In a speech before the Bloomberg new economy forum, Mr Paulson said voluntary climate targets are insufficient, and that tough policies need to create incentives to curb emissions. The Biden administration, by rejoining the Paris agreement, is taking the first steps in developing a climate architecture, Mr Paulson said. But much more needs to be done.
Next, Mr Biden should join forces with China to invest in technologies to avoid tragic climate outcomes — even if they are not commercially viable, he said.
One of the biggest sticking points for the Biden administration is China’s resistance to WTO negotiations on tariffs for environmental goods and services, Mr Paulson said. Both countries should lift these tariffs as there is an estimated $3tn opportunity in China to help clean up its polluted air, he said.
“Working with China is in our self-interest,” Mr Paulson said. (Patrick Temple-West)
Grit in the oyster
On Monday, the World Benchmarking Alliance, which develops public rankings comparing companies’ performance on the UN’s sustainable development goals, published its corporate human rights benchmark, grading international companies on human rights qualities such as responsibly sourced minerals and women’s rights.
In March, WBA collaborated with 176 international investors to send a letter to companies that failed to score any points on human rights due diligence indicators. WBA’s new findings show that 79 of those companies continue to score zero on human rights due diligence.
Notably, car companies are the worst-performers on human rights, WBA’s data show. The average score for automotive companies is 12 per cent, WBA said — the lowest score ever. Two-thirds of the companies scored zero across all human rights due diligence indicators.
Tips from Tamami
After the wave of Asian financial groups pledging to stop funding new coal projects in recent months, a new kind of commitment just emerged from South Korea.
Shinhan Financial Group, a leading bank in the country, announced earlier this week that it aims to be carbon neutral by 2050. According to the bank, the commitment is the first of its kind among financial institutions in south-east Asia.
Under the “Zero Carbon Drive” initiative, Shinhan will divert loans and investment from companies with high carbon emissions to green ones, aiming to cut emissions from its asset portfolio by 38 per cent by 2030 and 69 per cent by 2040, before achieving net zero by 2050.
Sejong Youn, director at a South Korea-based climate policy group Solutions for Our Climate, applauds Shinhan’s decision as “a meaningful step”. He said: “It is the first financial institution [in the region] to talk about overall carbon exposure and plans to reduce it.”
Mr Youn also thinks it is a step forward from the “no further coal” commitment, explaining: “It really does not take a lot of effort to step away from the coal industry, which is already in deep decline.”
“It is clear the end game we are now headed to [is] zero emissions. Coal is just the first step,” said Tim Buckley, director of energy finance studies (Australia and South Asia), at the Institute for Energy Economics and Financial Analysis.
He observes that the year 2020 is turning out to be a pivotal year for fossil fuel exits, partly thanks to the strong trend in Asia. Mr Buckley added: “Asia started 2020 as a global laggard, with almost no climate risk discussion, and no credible coal exclusion policies from [major] companies, [but] now we are getting Asian policies every week or two.”
Decarbonisation has strong public support in Korea, but Mr Youn is expecting significant push back especially from the carbon intensive industries, and believes that “the difficult part [of decarbonisation] has just begun”.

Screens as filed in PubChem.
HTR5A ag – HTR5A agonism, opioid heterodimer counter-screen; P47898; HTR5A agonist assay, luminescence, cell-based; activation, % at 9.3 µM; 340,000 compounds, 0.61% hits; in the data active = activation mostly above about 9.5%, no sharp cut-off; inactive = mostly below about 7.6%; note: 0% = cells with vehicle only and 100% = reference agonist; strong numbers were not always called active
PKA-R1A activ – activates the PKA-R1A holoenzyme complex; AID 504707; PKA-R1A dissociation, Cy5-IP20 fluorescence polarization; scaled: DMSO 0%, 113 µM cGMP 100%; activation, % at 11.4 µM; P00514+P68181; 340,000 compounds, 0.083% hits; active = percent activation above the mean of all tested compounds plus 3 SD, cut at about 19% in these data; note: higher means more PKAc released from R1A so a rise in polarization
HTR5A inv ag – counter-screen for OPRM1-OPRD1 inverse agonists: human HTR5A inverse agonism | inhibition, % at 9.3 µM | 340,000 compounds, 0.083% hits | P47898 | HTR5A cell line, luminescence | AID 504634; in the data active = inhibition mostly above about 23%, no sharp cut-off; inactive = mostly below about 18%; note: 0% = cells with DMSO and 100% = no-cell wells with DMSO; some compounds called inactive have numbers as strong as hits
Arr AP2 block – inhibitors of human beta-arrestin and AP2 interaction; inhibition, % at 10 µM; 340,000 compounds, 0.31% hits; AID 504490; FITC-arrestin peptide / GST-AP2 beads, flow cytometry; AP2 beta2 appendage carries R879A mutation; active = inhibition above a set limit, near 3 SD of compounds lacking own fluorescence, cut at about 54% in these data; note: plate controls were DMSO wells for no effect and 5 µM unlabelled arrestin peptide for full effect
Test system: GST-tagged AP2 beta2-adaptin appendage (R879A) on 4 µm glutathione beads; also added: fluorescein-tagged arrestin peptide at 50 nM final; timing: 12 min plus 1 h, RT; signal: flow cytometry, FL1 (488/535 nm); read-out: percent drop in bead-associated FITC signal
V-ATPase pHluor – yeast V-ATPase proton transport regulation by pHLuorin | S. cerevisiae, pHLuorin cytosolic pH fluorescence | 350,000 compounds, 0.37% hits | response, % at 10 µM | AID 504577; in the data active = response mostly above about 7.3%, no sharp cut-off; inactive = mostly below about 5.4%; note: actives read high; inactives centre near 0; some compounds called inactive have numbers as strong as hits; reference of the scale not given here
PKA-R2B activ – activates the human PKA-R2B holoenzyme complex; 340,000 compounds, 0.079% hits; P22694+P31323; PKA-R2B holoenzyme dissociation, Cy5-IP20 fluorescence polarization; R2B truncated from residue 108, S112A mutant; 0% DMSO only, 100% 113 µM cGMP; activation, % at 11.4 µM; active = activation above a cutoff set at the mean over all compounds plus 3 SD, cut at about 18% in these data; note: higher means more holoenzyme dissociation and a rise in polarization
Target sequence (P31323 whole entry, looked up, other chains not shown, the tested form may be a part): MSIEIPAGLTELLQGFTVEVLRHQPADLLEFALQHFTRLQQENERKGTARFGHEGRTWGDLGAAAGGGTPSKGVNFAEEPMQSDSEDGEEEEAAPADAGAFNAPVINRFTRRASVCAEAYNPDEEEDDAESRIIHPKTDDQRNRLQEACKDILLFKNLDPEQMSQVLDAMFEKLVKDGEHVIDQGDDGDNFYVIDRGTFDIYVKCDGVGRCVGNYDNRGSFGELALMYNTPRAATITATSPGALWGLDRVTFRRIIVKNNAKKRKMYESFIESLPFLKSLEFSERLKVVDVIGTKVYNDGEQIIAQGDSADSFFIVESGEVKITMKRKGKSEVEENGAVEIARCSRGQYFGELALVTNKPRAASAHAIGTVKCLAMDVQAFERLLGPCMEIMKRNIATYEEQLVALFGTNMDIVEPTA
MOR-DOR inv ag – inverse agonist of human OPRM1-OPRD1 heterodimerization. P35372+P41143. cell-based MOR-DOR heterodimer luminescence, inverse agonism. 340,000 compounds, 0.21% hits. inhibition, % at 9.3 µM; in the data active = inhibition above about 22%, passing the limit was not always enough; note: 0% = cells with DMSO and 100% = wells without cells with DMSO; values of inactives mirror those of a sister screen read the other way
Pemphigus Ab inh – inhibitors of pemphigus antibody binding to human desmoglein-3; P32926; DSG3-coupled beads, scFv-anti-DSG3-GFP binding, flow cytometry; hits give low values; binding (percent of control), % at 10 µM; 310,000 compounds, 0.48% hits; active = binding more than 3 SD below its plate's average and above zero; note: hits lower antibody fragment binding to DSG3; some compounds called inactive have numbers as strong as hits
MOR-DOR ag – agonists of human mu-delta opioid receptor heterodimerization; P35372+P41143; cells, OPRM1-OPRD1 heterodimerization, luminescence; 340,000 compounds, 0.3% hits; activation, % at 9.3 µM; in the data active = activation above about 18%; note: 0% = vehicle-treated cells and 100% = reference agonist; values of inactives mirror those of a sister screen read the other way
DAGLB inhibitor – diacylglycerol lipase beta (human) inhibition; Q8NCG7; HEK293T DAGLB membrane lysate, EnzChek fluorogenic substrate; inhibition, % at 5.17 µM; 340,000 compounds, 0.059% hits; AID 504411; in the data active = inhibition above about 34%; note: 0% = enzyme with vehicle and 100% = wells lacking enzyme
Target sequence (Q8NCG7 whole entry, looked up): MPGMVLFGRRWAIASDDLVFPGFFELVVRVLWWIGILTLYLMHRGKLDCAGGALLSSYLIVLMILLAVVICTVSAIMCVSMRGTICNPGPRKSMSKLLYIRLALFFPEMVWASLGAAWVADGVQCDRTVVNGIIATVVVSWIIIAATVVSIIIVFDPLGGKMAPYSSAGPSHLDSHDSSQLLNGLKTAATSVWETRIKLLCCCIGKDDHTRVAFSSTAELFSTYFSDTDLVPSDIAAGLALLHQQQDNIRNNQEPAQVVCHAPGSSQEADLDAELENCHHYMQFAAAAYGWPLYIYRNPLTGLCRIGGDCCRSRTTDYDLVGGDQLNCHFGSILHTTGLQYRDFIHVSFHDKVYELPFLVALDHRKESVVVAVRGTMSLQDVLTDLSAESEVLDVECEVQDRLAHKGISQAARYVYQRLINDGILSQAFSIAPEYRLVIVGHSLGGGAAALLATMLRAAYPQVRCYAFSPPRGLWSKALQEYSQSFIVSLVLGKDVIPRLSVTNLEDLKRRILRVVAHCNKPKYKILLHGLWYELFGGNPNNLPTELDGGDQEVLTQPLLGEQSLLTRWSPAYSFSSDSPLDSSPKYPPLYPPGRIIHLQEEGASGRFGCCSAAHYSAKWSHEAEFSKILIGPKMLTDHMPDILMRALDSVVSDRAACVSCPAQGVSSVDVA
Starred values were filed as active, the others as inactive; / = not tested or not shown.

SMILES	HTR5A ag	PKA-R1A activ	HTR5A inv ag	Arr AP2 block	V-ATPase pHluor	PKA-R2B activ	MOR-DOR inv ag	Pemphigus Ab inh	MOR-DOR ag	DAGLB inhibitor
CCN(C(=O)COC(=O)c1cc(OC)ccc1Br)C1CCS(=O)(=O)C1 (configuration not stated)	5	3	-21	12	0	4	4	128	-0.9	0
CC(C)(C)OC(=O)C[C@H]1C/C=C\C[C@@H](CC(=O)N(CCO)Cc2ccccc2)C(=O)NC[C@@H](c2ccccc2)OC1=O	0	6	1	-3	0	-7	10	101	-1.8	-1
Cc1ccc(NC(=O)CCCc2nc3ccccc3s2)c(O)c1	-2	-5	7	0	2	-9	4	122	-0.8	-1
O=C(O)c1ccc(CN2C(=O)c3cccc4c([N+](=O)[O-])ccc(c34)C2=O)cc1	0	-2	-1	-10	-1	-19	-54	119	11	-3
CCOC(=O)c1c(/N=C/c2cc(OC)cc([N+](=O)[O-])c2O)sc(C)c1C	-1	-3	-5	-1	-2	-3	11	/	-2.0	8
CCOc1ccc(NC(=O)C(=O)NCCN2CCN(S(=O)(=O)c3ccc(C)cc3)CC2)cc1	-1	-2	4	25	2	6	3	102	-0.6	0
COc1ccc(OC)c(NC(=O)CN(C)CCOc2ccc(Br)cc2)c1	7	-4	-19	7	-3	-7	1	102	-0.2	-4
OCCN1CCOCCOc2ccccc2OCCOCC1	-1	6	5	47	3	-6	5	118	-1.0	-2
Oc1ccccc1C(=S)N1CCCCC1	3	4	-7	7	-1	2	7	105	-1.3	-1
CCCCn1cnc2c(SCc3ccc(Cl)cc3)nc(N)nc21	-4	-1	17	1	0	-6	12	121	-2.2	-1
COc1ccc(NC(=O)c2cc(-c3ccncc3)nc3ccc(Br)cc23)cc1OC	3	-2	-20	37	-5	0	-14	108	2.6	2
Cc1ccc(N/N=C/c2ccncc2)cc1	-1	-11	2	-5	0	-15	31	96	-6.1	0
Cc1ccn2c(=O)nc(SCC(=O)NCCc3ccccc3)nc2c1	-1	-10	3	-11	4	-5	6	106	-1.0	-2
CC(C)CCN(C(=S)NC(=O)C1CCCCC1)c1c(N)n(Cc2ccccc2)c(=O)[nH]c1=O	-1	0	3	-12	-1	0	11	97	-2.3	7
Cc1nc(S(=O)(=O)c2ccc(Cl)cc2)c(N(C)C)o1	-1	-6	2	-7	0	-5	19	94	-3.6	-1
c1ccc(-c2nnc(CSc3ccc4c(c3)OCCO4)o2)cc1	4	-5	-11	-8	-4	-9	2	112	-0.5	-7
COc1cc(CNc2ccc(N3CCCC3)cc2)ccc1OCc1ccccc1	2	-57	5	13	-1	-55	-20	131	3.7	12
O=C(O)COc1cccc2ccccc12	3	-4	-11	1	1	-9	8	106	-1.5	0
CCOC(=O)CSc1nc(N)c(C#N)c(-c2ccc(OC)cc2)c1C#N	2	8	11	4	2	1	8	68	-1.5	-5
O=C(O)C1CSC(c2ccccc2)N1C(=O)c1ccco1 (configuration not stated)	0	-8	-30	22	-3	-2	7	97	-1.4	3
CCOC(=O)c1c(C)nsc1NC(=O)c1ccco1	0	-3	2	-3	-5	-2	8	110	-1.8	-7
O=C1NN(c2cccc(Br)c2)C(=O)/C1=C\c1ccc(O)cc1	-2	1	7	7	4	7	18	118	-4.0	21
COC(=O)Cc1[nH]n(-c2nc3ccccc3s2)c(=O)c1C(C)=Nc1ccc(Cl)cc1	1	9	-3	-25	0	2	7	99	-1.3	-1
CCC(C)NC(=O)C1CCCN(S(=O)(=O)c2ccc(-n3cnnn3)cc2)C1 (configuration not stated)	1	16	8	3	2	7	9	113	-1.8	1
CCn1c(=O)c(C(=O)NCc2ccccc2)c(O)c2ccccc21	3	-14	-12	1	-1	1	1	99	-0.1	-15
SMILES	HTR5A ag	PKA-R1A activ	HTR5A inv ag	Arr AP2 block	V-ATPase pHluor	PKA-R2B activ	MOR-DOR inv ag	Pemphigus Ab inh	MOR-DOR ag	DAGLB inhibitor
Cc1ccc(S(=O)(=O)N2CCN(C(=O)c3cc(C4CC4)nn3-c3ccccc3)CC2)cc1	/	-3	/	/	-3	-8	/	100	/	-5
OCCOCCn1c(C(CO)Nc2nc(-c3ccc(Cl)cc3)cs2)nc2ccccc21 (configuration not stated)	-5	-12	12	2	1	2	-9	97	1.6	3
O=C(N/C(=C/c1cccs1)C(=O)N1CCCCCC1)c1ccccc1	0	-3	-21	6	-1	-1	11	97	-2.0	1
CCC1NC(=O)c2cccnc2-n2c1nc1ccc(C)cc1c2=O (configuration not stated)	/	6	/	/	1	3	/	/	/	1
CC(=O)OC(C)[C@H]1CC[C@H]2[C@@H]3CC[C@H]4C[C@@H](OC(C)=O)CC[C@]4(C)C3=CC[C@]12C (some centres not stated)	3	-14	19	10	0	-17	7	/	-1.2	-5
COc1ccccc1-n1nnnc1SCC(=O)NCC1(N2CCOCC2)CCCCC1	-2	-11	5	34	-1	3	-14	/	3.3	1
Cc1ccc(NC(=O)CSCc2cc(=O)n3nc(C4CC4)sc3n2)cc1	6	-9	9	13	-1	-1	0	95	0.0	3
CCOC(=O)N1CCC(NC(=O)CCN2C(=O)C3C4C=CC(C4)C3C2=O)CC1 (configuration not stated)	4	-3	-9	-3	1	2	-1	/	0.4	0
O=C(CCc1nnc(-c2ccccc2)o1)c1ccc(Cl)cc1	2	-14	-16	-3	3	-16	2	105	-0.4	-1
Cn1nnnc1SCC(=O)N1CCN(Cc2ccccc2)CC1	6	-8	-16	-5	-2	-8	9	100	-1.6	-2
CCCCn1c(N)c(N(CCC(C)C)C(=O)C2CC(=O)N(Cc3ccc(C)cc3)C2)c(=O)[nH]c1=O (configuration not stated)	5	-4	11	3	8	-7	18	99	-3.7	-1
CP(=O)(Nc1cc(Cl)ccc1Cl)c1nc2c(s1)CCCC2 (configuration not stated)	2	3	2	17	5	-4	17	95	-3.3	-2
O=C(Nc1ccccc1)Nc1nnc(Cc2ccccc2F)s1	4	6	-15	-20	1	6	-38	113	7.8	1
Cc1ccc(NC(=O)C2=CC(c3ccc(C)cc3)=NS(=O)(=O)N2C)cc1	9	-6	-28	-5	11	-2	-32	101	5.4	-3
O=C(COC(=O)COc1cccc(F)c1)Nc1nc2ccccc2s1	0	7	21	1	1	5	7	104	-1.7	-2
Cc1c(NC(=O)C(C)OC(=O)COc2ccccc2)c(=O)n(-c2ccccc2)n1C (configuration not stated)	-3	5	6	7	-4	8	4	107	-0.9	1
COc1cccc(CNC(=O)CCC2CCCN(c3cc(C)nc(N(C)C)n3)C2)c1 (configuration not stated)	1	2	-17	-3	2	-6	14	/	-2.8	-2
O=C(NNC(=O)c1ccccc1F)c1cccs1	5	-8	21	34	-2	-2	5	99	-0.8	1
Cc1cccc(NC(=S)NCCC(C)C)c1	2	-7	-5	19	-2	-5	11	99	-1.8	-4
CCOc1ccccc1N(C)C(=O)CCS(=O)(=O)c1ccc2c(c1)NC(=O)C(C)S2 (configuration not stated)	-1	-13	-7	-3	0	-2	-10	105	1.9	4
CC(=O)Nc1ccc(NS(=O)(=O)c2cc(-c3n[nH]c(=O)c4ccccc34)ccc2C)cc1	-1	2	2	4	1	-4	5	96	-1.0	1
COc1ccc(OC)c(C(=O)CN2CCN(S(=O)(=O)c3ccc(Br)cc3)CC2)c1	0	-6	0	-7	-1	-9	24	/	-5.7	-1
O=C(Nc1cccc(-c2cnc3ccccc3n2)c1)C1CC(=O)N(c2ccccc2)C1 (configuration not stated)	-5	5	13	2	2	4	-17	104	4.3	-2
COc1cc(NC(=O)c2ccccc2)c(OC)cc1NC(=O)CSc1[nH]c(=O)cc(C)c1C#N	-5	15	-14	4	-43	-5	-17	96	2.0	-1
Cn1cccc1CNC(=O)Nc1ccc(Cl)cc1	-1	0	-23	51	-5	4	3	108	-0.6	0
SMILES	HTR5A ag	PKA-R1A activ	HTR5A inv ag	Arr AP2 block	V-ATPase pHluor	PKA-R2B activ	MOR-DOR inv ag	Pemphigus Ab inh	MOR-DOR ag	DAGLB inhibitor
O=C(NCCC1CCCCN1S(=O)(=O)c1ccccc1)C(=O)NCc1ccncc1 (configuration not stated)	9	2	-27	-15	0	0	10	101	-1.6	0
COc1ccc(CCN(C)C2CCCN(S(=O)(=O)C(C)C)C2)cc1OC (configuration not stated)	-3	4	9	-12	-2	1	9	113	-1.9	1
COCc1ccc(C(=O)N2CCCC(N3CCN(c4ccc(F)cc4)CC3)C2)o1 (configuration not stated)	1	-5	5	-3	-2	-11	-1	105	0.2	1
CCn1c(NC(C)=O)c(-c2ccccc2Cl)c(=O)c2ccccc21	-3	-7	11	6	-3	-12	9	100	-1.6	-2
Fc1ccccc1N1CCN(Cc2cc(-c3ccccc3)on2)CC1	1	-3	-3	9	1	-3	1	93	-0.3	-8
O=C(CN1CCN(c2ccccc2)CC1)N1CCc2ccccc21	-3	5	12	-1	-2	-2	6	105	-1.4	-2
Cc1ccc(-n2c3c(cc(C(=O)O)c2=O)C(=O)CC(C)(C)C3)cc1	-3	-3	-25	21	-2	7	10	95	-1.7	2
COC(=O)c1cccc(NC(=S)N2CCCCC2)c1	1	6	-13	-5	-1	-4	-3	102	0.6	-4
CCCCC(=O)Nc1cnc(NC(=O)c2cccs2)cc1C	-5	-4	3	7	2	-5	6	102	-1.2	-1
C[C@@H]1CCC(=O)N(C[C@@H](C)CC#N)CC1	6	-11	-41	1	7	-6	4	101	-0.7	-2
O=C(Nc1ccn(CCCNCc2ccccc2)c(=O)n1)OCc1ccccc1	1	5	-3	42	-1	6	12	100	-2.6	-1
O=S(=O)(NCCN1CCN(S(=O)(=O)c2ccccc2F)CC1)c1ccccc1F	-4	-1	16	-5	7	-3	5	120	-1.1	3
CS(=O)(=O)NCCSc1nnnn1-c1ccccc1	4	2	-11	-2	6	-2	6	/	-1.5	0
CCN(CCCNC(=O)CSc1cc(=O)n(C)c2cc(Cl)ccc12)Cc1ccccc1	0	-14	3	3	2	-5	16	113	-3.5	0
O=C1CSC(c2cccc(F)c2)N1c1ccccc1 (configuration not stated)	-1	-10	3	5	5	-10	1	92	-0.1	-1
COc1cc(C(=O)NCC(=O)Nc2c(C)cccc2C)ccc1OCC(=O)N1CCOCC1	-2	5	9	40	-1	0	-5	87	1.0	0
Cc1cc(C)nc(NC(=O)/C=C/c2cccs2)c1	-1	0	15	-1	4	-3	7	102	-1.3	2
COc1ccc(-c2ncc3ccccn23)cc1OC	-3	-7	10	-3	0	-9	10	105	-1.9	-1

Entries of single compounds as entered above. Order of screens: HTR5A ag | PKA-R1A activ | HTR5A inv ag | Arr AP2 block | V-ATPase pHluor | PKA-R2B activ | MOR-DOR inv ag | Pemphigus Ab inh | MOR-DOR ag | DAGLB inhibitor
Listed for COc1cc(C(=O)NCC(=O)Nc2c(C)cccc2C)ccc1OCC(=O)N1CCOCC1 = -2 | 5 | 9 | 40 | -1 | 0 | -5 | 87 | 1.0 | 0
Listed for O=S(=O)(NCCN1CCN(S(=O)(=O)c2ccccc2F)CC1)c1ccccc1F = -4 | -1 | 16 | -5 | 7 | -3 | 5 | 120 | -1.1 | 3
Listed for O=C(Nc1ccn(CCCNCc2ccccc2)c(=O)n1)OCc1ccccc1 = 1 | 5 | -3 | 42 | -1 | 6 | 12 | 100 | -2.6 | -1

In order to keep the momentum, Karl Yang, executive director at Korea Sustainability Investing Forum, thinks that the pressure from international investors plays a crucial role. “[Overseas investors’] active engagement would lead more [financial institutions and companies] to join Shinhan”.
The UK is preparing to make a big bet on hydrogen power, writes FT energy correspondent Natalie Thomas, as prime minister Boris Johnson this week prepares to lay out his plans for a “green industrial revolution”. UK ministers have promised to respond “early” next year, while a long-awaited energy white paper, expected before Christmas, will also include plans for hydrogen.
Deutsche Börse has agreed to buy a majority stake in Institutional Shareholder Services in a deal that values the shareholder advisory group at €1.9bn and marks the latest in a string of deals among the world’s largest exchanges. The US-based proxy adviser is in a court fight with the US Securities and Exchange Commission over onerous rules the agency adopted for proxy advisers earlier this year.
FTI Consulting faces client backlash over oil industry work (FT)
Unilever aims for €1bn sales from plant-based products by 2027 (FT)
ESG falls down the investment agenda (FT)
Johnson seeks Downing St reset with ‘green industrial revolution’ (FT)
Japan looks to Asean nations for carbon capture and storage (Nikkei)
Morningstar to integrate ESG into all investment analysis (FT Adviser)
One in Three Professionally Managed Dollars ‘Sustainably’ Invested: Study (Fund Fire)
ECB threatens banks with capital ‘add-ons’ over leveraged loan risks
The European Central Bank is threatening to impose additional capital requirements on banks that continue to ignore requests to rein in risk in the booming leveraged loan market.
Policymakers are increasingly frustrated by the lack of action to tighten risk controls in the market at some European lenders, which they fear could lead to repayment problems if interest rates rise.
If industry practices do not change, the EU regulator “won’t hesitate to impose capital add-ons” through its annual Supervisory Review and Evaluation Process process, said a person familiar with internal discussions.
Leveraged loans are junk-rated debt usually used to back or refinance private equity takeovers of companies. Banks keep little of the risk on their own balance sheets and sell almost all of the loans on to other investors.
Fierce competition has led to ultra-low pricing, a softening of underwriting standards and increasing leverage in private equity buyout loans. The use of “covenant-lite” structures — which strip out many of the usual protections for investors — has surged.